Chris Costello was appointed to Bishop City Council in April to fill a vacancy created by the death of Patricia Gardner. The term was for seven months and now he stands for reelection. He’s a short-term incumbent and long-time Bishop resident.
Costello moved to Bishop in 1987 with his wife DeeDee to volunteer at the Oasis of Grace Church as assistant and youth pastors. Costello is now the Senior Pastor at Oasis of Grace and Deedee is a registered nurse at Northern Inyo Hospital.
“She’s my best advertisement,” Costello said. “Everybody loves her.”
That helps because Costello seems uncomfortable when it comes to selling himself.
“I believe in having integrity and working hard. If people see that, then they know who I am.”
It’s his first campaign for public office. He didn’t have to run in April. He was appointed by a unanimous council vote.
“I’ve only put up about four or five signs, so I need to put up more.”
Besides working at Oasis of Grace, Costello serves as a chaplain for the Bishop Fire Department, Inyo County Sheriff, Hospice, and Foursquare International. He was a firefighter at Bishop for eleven years and before that for six years in Chalfant. He runs a sharpening business and is developing a part-time word-of-mouth business in bee removal. Costello has hobbies, too. He swims three-days a week at Keough’s and makes wooden bowls on a lathe. The Costellos raised three children in Bishop. The eldest two graduated from Bishop Union High School; their youngest daughter is a currently a senior.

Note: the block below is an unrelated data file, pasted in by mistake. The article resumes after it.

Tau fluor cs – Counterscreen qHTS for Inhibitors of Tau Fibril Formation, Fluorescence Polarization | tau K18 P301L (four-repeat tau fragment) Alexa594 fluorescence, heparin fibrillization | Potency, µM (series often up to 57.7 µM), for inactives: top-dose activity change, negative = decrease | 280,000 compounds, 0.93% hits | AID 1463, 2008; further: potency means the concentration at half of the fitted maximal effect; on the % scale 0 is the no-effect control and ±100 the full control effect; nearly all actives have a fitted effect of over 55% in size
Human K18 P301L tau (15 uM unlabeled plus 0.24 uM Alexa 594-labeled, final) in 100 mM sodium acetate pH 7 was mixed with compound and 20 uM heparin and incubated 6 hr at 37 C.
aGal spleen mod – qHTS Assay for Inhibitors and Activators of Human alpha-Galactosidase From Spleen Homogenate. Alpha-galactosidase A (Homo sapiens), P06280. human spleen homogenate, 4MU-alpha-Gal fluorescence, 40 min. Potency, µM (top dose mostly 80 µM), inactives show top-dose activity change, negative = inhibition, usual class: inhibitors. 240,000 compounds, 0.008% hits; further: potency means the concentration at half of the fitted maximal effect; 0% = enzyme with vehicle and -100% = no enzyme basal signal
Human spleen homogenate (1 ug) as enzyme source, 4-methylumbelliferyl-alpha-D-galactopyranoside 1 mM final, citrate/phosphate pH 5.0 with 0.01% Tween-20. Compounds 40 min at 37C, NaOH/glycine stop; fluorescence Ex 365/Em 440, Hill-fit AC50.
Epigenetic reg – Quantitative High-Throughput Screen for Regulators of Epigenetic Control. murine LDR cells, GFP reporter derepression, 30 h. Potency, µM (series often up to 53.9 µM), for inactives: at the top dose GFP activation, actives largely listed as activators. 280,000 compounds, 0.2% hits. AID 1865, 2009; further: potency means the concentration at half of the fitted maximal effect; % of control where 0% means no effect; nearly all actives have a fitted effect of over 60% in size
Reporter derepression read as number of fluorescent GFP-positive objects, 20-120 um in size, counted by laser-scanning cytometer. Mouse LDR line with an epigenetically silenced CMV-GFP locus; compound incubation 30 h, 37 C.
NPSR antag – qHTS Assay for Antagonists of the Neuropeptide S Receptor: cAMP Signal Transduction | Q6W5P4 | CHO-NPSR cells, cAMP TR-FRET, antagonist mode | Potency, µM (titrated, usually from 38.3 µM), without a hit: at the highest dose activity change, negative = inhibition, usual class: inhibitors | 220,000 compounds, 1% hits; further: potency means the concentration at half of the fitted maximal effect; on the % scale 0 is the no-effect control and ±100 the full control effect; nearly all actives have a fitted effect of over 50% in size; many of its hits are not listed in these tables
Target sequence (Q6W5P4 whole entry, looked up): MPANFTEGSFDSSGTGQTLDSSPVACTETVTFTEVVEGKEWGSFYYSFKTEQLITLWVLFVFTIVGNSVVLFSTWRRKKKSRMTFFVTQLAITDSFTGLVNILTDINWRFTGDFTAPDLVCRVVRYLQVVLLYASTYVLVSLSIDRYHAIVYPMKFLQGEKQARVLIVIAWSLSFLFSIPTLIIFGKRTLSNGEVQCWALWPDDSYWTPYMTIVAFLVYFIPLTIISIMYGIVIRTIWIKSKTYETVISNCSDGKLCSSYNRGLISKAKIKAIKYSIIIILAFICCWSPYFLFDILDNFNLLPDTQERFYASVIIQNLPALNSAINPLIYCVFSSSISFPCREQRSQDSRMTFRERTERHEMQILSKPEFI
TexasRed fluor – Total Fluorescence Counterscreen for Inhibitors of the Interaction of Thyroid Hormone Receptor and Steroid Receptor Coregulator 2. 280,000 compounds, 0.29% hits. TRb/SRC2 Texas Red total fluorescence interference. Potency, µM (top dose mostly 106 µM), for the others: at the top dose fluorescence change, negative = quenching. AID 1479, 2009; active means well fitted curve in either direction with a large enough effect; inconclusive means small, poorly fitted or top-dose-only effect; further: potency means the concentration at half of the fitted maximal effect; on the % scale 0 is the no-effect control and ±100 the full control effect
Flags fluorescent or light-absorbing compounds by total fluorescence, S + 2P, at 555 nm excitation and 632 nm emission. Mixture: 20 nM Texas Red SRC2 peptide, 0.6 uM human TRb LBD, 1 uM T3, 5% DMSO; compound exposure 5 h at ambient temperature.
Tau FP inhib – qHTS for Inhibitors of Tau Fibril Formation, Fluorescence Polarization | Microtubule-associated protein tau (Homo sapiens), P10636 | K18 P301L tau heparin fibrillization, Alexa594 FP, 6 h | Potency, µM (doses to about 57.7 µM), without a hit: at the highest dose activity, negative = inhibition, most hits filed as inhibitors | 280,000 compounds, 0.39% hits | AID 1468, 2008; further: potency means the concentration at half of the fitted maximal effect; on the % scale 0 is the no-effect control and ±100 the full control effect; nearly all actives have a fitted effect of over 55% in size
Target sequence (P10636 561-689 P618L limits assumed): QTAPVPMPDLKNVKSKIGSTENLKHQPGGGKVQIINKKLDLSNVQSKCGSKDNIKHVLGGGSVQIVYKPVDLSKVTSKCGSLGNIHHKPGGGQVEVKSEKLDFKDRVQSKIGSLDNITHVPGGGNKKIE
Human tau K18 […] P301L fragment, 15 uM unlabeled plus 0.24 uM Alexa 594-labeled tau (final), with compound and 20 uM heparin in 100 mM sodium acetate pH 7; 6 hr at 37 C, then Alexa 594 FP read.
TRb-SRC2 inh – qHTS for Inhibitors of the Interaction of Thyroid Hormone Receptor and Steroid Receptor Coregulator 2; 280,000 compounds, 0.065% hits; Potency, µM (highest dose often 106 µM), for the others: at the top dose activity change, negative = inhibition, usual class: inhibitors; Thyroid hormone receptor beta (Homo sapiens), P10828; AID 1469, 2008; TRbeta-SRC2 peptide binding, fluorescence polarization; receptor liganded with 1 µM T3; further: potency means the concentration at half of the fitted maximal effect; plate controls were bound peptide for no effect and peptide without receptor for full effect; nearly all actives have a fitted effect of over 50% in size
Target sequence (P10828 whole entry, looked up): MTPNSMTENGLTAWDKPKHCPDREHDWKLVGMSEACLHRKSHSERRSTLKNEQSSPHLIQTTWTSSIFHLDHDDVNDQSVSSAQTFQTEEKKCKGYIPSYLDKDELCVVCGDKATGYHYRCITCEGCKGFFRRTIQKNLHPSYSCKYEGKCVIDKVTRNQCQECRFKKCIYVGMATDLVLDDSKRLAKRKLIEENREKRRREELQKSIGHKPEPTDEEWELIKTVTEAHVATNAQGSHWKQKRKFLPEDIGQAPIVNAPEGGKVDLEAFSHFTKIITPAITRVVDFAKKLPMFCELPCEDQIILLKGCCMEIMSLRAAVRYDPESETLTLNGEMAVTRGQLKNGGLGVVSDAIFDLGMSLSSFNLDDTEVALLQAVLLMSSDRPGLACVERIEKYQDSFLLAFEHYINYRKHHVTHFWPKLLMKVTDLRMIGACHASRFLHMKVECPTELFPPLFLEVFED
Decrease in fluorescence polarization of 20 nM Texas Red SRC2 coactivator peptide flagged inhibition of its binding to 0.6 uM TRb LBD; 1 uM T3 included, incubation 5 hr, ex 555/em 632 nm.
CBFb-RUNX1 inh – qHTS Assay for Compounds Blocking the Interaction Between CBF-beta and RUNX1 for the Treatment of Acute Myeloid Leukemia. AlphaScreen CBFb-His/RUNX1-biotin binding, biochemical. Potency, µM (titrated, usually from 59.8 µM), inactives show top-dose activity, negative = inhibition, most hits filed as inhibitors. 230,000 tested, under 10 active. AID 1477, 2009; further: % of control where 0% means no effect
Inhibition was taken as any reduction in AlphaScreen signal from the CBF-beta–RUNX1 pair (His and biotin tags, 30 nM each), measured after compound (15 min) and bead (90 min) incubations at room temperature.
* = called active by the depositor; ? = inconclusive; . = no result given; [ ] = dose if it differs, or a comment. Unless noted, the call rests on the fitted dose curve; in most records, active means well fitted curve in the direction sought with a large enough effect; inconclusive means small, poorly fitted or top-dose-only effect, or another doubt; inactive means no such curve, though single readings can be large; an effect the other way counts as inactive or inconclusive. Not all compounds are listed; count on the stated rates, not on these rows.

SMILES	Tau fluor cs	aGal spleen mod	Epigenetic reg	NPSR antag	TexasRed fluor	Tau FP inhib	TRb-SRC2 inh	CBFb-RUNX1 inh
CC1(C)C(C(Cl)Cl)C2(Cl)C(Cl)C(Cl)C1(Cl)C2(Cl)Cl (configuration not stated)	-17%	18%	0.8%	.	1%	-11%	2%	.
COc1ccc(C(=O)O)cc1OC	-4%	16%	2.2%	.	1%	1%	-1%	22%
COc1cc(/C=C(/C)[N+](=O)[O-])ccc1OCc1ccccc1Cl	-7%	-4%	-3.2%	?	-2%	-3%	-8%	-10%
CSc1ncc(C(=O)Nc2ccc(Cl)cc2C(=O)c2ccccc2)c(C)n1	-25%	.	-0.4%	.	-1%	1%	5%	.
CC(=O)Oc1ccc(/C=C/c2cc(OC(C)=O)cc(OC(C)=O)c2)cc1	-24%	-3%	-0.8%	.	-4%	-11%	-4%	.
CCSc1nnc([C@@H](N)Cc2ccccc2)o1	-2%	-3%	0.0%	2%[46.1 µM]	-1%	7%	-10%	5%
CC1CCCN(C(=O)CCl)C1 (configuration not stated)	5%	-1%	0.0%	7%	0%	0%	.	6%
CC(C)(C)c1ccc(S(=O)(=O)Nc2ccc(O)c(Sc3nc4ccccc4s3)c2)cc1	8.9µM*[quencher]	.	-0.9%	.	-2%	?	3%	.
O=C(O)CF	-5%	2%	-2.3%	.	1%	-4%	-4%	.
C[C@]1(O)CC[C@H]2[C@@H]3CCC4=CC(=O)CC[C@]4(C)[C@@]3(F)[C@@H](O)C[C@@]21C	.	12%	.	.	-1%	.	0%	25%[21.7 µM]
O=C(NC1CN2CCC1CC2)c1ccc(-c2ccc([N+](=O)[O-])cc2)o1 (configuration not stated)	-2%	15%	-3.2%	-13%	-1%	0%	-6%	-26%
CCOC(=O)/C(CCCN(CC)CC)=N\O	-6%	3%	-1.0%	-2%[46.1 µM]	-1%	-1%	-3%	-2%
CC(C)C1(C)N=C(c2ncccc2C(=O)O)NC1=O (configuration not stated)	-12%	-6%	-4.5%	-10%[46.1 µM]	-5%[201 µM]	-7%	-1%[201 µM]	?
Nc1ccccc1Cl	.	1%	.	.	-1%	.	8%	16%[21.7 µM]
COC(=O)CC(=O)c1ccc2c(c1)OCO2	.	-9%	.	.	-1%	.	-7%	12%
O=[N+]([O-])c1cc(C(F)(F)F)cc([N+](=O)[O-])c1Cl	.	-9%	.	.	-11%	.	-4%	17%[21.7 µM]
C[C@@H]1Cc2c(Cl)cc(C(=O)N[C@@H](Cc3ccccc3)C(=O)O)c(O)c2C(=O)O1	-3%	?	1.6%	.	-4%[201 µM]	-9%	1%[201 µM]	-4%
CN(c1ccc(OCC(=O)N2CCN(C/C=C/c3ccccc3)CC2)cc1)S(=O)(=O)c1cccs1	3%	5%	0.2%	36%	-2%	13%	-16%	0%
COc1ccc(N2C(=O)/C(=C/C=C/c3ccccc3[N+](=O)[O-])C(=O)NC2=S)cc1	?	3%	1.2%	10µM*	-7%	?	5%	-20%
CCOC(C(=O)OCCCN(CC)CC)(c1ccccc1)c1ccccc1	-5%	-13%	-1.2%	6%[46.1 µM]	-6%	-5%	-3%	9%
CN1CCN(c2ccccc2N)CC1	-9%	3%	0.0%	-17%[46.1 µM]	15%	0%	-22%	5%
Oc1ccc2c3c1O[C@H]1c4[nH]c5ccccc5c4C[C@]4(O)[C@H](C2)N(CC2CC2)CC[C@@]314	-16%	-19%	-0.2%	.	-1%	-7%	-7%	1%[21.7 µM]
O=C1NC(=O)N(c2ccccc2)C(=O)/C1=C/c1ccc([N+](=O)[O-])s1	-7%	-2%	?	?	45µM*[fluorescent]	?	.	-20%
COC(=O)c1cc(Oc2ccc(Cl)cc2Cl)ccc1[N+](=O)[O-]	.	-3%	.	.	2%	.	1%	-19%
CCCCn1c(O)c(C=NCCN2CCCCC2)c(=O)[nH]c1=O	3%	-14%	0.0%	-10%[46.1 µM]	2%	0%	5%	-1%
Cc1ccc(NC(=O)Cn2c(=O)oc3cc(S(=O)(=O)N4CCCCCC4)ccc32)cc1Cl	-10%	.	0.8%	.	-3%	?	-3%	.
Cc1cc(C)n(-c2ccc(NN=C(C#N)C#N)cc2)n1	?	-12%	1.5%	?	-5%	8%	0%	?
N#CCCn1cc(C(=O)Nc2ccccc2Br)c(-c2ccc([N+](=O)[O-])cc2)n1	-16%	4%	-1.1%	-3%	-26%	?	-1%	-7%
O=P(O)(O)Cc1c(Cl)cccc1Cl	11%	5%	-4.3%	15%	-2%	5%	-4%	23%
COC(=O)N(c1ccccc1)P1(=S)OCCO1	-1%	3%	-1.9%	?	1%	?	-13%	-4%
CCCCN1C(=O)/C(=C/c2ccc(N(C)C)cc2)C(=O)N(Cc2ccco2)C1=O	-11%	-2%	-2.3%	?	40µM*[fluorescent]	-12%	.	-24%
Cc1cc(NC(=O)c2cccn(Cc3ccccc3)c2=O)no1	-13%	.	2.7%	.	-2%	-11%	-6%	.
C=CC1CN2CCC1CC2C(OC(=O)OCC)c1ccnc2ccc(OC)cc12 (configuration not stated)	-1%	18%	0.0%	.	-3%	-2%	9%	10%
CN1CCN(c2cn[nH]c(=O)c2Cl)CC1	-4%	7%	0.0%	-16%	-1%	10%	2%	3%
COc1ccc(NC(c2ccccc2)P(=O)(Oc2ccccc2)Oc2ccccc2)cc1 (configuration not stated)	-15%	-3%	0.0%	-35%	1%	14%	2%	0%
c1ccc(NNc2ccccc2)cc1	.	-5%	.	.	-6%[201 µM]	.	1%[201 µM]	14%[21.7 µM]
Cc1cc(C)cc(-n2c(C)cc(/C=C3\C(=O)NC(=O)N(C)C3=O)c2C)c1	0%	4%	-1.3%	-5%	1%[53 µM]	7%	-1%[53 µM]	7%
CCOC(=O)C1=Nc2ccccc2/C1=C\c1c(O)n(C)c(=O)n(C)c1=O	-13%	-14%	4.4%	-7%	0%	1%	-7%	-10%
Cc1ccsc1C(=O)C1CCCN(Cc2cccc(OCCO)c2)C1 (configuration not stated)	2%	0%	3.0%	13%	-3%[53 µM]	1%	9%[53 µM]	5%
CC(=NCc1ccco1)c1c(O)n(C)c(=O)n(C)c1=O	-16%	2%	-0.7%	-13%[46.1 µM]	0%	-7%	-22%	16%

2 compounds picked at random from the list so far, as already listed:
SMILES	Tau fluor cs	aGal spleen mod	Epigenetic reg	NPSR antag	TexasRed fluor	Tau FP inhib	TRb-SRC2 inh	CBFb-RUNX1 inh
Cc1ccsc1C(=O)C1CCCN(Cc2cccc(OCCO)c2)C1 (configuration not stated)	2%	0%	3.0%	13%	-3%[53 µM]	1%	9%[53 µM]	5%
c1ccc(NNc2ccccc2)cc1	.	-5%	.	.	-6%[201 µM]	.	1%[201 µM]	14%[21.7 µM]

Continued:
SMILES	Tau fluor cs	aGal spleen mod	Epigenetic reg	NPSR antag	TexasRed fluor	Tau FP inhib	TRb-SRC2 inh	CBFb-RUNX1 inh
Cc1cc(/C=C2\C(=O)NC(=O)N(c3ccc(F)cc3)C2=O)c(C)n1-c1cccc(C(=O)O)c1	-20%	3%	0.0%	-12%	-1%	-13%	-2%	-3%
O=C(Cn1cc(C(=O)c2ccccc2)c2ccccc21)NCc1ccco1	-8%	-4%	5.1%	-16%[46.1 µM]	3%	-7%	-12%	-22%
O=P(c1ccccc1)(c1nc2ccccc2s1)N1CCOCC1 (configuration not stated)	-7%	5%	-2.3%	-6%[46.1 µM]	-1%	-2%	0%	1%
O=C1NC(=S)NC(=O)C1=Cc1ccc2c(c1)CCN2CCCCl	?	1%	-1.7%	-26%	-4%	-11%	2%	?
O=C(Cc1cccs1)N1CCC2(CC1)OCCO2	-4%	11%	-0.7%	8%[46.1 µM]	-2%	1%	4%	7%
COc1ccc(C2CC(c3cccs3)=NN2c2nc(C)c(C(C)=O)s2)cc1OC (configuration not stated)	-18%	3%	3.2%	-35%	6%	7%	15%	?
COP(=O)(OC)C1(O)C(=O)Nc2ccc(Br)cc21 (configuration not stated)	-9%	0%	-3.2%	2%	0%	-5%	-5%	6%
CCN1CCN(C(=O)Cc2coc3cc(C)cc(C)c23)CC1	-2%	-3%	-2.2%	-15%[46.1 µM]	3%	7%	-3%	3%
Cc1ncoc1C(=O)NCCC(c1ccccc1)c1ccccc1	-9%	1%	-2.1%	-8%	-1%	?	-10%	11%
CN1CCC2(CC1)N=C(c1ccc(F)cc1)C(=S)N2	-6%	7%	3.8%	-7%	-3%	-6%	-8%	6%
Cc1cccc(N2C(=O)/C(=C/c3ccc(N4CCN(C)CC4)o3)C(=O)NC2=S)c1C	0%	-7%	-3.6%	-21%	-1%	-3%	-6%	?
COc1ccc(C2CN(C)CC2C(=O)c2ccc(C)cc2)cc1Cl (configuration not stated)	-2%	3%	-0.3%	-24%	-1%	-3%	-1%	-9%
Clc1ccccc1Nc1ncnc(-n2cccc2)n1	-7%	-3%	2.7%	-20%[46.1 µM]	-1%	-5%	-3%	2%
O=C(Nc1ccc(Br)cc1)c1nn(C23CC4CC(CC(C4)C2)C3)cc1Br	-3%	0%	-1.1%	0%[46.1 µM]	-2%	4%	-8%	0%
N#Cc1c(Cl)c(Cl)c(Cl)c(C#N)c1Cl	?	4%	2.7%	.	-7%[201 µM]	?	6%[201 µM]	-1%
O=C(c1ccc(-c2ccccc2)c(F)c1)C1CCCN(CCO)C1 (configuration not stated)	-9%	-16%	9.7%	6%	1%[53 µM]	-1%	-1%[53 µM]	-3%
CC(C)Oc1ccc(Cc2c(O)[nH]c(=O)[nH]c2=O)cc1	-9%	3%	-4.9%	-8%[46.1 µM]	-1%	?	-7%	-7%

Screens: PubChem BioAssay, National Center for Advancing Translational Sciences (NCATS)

His political motto is: “All of us are smarter than some of us.”
Costello wants to see more input from the public. He pointed out that his contact information is on City of Bishop website and that he’d be happy to talk to anyone with ideas or concerns. “I grew up in New York City so I’m used to people living above their shops,” he said.
He is excited about the work that the city is doing to tackle the vacant building “plague”. He likes the idea of rezoning areas in downtown as mixed-use, which would allow for housing.
When asked what he’d like to change about the council, Costello talked about the Brown Act’s restriction on
three or more council members discussing public issues in private.
“We have to have a special meeting if more than two of us want to discuss business, which makes it tough to hammer out details in private.”
He doesn’t want to repeal or amend the Brown Act, but would like to see more council forums and workshops so council members can work through the details of the issues before making decisions.
“We rely very heavily on city staff. That’s a good thing because they work-full time and are very good at what they do,” Costello said. A reliance on staff coupled with Brown Act restrictions can inhibit council members from intimately understanding issues or how each other think. He wants to be down in the weeds, discussing the issues with his co-workers and the public.
In seven months, he feels that he’s just found his rhythm.
“The legislative process can be painfully slow,” he said. “But, I’m figuring out how to get things done.”